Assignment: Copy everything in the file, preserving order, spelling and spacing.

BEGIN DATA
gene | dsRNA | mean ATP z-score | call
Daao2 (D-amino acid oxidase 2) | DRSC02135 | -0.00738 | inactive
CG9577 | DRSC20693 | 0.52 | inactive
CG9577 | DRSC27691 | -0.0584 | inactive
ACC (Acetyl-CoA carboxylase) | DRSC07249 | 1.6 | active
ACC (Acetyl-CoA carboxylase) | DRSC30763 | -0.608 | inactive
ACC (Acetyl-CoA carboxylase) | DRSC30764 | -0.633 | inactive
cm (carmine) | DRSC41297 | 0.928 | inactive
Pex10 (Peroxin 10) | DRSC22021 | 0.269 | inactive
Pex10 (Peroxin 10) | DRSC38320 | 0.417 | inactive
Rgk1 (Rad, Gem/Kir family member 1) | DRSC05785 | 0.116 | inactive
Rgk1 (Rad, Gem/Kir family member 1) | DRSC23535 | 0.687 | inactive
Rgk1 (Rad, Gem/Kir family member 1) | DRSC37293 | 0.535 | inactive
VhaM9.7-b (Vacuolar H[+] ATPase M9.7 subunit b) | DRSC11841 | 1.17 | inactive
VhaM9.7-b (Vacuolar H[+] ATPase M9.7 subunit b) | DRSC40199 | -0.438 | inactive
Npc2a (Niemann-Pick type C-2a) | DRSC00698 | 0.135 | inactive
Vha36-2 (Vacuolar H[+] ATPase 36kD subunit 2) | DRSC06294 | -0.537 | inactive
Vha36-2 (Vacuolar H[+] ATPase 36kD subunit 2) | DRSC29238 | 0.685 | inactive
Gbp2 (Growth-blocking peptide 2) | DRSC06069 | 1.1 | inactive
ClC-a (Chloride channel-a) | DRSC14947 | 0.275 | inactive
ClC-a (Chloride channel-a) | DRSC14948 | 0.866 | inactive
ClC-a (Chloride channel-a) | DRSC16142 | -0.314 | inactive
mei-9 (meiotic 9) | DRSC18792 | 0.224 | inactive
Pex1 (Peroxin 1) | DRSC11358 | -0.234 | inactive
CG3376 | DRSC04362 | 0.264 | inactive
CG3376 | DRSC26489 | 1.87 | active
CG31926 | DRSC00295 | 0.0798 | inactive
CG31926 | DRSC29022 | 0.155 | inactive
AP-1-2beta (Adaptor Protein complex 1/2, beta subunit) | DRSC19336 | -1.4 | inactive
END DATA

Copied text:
gene | dsRNA | mean ATP z-score | call
Daao2 (D-amino acid oxidase 2) | DRSC02135 | -0.00738 | inactive
CG9577 | DRSC20693 | 0.52 | inactive
CG9577 | DRSC27691 | -0.0584 | inactive
ACC (Acetyl-CoA carboxylase) | DRSC07249 | 1.6 | active
ACC (Acetyl-CoA carboxylase) | DRSC30763 | -0.608 | inactive
ACC (Acetyl-CoA carboxylase) | DRSC30764 | -0.633 | inactive
cm (carmine) | DRSC41297 | 0.928 | inactive
Pex10 (Peroxin 10) | DRSC22021 | 0.269 | inactive
Pex10 (Peroxin 10) | DRSC38320 | 0.417 | inactive
Rgk1 (Rad, Gem/Kir family member 1) | DRSC05785 | 0.116 | inactive
Rgk1 (Rad, Gem/Kir family member 1) | DRSC23535 | 0.687 | inactive
Rgk1 (Rad, Gem/Kir family member 1) | DRSC37293 | 0.535 | inactive
VhaM9.7-b (Vacuolar H[+] ATPase M9.7 subunit b) | DRSC11841 | 1.17 | inactive
VhaM9.7-b (Vacuolar H[+] ATPase M9.7 subunit b) | DRSC40199 | -0.438 | inactive
Npc2a (Niemann-Pick type C-2a) | DRSC00698 | 0.135 | inactive
Vha36-2 (Vacuolar H[+] ATPase 36kD subunit 2) | DRSC06294 | -0.537 | inactive
Vha36-2 (Vacuolar H[+] ATPase 36kD subunit 2) | DRSC29238 | 0.685 | inactive
Gbp2 (Growth-blocking peptide 2) | DRSC06069 | 1.1 | inactive
ClC-a (Chloride channel-a) | DRSC14947 | 0.275 | inactive
ClC-a (Chloride channel-a) | DRSC14948 | 0.866 | inactive
ClC-a (Chloride channel-a) | DRSC16142 | -0.314 | inactive
mei-9 (meiotic 9) | DRSC18792 | 0.224 | inactive
Pex1 (Peroxin 1) | DRSC11358 | -0.234 | inactive
CG3376 | DRSC04362 | 0.264 | inactive
CG3376 | DRSC26489 | 1.87 | active
CG31926 | DRSC00295 | 0.0798 | inactive
CG31926 | DRSC29022 | 0.155 | inactive
AP-1-2beta (Adaptor Protein complex 1/2, beta subunit) | DRSC19336 | -1.4 | inactive